Formula does not include weights or additional funding, or bases funding not on student-based factors (e.g. staff positions)Formula includes weights or additional funding that is flat or does not differentiate between the types of disabilities students haveFormula includes a system of at least three to five funding tiers in which students are funded based on
their diagnoses
Formula includes a weight or additional funding for sparse and/or isolated districtsFormula does not include weights or additional fundingFormula includes insufficient weights or additional funding (e.g. 10-99% of base amount) or funding is not differentiated based on sparsity or isolationFormula includes a generous sliding scale weight for sparsity on a per-student basis and includes a flat weight for districts that are isolated
Formula includes weights or additional funding for districts with high levels of concentrated povertyFormula does not include a weight or additional fundingFormula includes a concentrated poverty weight that is insufficient or is static and not reflective of the needs of districts with higher levels
of poverty
Formula includes a generous, sliding scale weight that provides more funding to districts with higher percentages of student poverty
Red
Yellow
Green
FUND SCHOOL DISTRICTS EQUITABLY
State caps how much local revenue districts can raise to limit between-district disparities in local revenueThe state does not impose a cap on how much local revenue districts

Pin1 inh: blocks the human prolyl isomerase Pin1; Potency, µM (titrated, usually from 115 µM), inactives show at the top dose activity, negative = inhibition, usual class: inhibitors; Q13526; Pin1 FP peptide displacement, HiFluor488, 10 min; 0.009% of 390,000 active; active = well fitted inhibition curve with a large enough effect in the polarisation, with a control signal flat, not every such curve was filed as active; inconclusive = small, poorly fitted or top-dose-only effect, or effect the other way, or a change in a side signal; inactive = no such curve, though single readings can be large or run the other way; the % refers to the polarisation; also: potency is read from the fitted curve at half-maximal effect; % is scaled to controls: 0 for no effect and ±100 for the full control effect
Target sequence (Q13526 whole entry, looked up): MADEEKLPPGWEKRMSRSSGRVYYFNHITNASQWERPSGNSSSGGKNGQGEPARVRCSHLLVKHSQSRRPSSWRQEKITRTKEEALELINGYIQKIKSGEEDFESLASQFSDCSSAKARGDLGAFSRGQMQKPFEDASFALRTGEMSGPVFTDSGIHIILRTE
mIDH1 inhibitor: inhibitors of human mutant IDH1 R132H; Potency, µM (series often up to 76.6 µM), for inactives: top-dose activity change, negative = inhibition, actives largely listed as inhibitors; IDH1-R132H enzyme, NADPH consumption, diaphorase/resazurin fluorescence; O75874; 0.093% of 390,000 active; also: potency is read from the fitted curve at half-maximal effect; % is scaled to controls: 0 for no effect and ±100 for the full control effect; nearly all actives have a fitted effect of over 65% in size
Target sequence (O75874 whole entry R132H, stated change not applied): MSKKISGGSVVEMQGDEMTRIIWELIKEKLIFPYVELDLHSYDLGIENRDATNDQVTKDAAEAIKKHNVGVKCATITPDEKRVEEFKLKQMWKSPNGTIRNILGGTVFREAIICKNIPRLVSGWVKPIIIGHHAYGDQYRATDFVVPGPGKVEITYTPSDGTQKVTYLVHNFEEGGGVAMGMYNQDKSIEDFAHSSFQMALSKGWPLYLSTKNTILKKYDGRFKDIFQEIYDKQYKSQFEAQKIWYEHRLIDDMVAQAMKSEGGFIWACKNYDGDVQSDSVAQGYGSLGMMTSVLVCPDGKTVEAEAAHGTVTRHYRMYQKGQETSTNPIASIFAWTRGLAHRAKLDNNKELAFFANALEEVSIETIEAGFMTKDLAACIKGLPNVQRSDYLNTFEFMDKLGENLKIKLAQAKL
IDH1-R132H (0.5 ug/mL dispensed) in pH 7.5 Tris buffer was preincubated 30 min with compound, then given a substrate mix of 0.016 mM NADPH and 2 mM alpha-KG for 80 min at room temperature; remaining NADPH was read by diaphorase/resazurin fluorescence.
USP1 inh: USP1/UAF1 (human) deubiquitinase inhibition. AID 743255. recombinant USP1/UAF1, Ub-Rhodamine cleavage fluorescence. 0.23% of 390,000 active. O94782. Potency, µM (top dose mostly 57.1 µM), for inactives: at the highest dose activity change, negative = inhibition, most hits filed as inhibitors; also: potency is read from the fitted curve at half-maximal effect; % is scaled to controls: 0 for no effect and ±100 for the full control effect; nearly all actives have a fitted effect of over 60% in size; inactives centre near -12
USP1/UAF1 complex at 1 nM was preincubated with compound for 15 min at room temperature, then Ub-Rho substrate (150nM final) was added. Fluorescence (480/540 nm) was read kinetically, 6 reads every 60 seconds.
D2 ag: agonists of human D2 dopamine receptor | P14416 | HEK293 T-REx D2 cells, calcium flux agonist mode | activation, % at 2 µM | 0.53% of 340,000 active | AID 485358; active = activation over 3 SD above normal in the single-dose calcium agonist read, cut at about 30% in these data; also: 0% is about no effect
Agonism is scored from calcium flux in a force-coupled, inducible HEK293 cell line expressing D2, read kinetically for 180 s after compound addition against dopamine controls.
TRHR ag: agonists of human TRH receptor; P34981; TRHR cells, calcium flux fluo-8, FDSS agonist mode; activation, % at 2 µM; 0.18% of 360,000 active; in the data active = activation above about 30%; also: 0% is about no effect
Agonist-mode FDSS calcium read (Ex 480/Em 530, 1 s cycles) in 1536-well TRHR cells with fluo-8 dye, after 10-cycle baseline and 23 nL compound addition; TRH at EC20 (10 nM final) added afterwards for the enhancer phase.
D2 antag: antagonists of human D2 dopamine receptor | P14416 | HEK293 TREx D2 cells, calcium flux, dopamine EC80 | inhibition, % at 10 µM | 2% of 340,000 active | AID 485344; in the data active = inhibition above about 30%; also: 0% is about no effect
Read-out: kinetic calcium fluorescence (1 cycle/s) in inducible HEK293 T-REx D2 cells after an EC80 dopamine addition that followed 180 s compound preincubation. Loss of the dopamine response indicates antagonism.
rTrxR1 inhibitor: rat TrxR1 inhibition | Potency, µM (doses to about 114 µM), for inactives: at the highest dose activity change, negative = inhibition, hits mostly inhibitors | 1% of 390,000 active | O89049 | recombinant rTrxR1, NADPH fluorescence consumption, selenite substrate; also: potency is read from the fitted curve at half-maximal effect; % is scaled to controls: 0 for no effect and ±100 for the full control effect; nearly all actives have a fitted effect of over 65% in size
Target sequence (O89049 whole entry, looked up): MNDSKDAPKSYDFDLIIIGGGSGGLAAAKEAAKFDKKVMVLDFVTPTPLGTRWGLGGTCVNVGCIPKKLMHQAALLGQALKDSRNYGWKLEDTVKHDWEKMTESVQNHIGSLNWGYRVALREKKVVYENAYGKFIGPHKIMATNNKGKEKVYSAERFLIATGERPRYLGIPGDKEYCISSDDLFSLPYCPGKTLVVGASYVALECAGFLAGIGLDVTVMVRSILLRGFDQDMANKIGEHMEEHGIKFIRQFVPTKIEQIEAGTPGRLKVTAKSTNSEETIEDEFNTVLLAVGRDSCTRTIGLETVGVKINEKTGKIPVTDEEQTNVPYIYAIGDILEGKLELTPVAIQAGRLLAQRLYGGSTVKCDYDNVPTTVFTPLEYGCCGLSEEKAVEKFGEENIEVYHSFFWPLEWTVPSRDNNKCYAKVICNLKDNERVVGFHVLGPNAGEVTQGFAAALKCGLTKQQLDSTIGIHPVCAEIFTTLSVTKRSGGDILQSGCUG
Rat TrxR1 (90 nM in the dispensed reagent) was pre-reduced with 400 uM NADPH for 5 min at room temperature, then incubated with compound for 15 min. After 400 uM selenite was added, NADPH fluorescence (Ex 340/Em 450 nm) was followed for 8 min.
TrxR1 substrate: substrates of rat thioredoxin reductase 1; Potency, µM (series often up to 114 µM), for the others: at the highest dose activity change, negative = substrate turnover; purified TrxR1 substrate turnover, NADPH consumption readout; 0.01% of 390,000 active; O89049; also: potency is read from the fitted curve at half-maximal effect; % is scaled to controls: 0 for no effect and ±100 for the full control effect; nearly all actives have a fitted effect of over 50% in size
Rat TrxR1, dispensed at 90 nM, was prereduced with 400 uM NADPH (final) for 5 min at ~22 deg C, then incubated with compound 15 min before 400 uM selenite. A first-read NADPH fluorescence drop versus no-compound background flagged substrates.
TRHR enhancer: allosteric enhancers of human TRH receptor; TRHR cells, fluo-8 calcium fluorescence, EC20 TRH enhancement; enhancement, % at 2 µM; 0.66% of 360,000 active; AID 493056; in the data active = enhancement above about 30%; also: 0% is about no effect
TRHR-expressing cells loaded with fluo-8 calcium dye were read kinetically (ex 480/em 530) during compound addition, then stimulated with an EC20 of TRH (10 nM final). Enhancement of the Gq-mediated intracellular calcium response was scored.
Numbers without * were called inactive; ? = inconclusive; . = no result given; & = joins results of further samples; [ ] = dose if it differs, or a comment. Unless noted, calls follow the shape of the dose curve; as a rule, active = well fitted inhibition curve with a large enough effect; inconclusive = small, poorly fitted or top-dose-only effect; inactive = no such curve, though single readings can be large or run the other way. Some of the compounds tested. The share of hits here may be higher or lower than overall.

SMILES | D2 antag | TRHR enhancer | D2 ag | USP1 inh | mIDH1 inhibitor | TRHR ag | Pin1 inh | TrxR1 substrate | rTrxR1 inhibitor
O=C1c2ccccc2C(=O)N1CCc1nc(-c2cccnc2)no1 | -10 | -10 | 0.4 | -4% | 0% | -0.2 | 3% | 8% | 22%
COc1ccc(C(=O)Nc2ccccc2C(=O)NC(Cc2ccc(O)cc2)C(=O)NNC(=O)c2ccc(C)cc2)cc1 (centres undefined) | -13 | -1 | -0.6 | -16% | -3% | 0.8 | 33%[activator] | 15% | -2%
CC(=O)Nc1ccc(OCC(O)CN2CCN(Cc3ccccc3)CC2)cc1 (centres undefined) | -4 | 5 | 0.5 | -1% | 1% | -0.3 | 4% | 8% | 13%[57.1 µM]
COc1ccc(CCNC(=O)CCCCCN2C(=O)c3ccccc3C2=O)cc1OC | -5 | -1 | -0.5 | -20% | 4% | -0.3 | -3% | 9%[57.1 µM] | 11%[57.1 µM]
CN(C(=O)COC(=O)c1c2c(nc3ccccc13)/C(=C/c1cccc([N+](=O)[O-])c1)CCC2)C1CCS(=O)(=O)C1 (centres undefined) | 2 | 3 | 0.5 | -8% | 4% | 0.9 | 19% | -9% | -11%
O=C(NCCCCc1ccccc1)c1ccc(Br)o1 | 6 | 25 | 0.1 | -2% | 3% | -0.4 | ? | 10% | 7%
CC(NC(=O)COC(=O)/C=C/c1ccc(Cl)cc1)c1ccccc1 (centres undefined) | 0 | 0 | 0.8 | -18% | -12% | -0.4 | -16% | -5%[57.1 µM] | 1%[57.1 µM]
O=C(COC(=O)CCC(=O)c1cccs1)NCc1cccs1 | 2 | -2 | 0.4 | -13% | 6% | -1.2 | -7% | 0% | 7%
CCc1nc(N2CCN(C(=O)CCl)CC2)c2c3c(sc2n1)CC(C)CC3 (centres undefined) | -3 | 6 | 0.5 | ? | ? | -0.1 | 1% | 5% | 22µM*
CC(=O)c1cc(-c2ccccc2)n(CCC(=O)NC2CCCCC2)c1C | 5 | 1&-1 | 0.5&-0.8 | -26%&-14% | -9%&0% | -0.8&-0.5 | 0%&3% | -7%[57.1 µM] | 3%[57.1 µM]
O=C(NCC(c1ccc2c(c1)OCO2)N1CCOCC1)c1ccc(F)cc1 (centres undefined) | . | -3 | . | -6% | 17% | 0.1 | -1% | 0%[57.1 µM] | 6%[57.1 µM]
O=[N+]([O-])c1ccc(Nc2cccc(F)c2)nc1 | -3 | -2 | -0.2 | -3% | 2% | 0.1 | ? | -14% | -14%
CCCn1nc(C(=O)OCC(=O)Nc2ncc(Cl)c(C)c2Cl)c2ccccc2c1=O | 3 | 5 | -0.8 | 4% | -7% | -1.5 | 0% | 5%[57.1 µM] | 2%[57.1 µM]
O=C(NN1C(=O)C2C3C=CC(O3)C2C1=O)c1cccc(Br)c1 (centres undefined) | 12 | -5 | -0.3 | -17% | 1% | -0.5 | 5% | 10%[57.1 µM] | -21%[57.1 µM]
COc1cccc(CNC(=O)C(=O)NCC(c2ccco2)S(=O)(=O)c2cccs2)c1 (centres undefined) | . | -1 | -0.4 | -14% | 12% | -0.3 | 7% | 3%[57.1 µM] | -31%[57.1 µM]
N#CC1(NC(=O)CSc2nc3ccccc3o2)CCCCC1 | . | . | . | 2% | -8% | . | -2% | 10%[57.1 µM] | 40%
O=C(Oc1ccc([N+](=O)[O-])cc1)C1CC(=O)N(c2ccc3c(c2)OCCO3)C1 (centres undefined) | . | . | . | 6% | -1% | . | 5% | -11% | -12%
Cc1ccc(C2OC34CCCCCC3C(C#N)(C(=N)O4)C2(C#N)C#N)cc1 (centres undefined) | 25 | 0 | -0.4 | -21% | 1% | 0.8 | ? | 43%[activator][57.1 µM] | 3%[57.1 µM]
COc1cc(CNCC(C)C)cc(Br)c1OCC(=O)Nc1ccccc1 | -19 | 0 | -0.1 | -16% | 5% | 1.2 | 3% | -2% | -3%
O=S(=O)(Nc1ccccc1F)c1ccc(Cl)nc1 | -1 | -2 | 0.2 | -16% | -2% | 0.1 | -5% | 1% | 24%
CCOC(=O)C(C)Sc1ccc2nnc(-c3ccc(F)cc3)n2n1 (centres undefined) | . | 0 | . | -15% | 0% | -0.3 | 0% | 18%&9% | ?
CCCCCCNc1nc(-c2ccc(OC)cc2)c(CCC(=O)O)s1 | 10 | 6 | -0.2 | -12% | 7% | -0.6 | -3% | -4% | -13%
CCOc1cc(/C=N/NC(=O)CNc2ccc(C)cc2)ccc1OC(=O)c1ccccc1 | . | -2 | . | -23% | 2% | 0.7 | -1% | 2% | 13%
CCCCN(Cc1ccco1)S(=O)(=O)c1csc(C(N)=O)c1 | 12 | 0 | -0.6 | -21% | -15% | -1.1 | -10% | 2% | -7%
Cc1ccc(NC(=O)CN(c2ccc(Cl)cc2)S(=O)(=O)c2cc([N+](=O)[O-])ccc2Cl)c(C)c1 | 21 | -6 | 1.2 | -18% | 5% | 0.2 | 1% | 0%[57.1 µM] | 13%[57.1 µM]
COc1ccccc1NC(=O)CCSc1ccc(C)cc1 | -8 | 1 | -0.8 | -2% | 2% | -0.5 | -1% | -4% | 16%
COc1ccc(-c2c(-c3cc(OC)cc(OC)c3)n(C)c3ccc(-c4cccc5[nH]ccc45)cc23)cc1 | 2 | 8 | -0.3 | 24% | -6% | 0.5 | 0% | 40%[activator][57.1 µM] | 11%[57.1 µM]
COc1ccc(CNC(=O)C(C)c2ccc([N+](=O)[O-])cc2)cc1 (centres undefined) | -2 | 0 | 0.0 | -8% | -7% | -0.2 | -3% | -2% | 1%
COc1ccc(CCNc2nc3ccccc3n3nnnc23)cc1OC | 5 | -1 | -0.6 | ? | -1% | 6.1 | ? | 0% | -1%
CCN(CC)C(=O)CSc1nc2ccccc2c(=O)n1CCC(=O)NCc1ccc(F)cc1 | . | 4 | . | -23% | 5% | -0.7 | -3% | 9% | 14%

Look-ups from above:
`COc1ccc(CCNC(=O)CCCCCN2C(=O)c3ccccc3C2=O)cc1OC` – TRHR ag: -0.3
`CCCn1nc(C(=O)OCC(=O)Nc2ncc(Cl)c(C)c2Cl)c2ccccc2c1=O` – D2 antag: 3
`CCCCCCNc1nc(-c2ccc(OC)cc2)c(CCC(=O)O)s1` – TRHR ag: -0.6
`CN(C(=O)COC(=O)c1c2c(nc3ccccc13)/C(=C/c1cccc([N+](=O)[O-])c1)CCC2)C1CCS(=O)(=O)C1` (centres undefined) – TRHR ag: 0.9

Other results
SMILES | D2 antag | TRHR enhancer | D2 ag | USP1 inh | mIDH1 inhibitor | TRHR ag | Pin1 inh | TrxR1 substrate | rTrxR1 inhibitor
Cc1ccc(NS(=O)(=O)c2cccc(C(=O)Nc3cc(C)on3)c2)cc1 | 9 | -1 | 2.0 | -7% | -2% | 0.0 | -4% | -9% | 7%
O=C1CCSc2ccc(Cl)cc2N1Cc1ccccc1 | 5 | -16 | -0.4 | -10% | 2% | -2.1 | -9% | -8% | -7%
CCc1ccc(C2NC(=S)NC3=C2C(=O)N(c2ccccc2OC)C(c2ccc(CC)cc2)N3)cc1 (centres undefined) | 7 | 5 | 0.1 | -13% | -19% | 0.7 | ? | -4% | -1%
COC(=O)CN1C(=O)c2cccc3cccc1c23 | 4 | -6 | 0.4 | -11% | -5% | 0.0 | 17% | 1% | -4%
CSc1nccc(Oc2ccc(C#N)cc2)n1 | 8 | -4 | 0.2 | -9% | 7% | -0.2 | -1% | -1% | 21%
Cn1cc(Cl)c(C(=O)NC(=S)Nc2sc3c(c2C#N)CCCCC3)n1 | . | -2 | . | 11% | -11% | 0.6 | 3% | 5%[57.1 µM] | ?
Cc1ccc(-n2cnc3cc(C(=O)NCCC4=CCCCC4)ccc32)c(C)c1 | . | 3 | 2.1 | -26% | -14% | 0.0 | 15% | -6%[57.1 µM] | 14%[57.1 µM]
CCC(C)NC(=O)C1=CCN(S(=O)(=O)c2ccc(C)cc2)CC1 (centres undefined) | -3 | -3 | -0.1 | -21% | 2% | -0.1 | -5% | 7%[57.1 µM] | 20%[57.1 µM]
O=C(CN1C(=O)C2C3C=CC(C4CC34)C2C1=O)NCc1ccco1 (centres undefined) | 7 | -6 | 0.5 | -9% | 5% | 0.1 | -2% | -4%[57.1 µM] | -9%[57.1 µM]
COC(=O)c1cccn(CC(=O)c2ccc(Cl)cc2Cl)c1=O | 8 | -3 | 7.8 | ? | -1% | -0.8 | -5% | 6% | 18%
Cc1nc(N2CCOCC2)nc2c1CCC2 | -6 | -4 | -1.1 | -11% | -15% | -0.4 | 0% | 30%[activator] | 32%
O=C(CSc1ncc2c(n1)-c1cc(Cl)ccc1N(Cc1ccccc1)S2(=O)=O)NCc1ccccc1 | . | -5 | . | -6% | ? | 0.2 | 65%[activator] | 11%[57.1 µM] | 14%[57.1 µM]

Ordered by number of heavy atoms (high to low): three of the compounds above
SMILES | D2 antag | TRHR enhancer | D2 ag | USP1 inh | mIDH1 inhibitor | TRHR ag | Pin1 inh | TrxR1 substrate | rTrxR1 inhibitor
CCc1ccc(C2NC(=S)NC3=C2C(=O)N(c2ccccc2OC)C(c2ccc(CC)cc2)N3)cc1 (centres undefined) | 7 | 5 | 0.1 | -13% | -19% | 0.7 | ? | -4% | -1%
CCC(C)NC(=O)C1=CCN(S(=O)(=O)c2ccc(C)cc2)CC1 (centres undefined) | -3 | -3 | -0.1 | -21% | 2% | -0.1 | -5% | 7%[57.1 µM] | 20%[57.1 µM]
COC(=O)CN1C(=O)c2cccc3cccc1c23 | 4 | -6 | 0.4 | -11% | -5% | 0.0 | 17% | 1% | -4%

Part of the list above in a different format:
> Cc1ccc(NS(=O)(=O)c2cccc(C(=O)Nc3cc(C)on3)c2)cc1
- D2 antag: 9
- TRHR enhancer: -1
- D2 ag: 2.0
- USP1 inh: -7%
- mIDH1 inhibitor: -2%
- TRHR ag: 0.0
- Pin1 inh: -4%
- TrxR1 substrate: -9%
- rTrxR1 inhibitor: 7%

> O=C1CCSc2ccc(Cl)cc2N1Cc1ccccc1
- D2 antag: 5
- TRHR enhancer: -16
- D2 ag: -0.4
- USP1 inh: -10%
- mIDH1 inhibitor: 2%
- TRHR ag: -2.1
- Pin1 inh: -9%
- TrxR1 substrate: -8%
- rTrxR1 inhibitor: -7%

can raise
The state imposes a cap but voters can override itThe state imposes a cap on how much local revenue districts can raise, and voters cannot override it
Red
Yellow
Green
FUND STUDENTS TRANSPARENTLY
State annually publishes information about how the funding system is designed to work in clear, plain languageSystem is not summarized (i.e., it’s only described through legislation language etc.)System is summarized, but the language used is full of jargon and is not understandable by a lay audience; the information is not easily found on the state department of education websiteSystem is summarized in clear, accessible language and can be easily found on the state department of
education website
State reports school spending data in alignment with
equity-oriented principles
State reporting is not aligned with equity-oriented reporting principlesState reporting is partially aligned with equity-oriented reporting principlesState reporting is aligned with equity-oriented reporting principles
PUBLIC FUNDS FUND PUBLIC SCHOOLS
Taxpayer funds are used to maintain and support public schools exclusivelyState allows public funds to fund private schooling, such as vouchers and education savings accounts (ESA), with no income eligibility requirements, accountability, or transparencyState limits vouchers or ESAs to families with low-income or students with disabilities with specific service needs that a public school cannot meet, and requires some accountability
and reporting
State does not have a publicly-funded private school voucher program or education savings accounts, keeping public education dollars in public school systems
Sources: EdBuild

Funding Justifications

STUDENT POVERTY
StateRatingReasoning
AlabamaRedThe formula only provides a small amount of increased funding for students from low-income
households via a prorated amount based on student count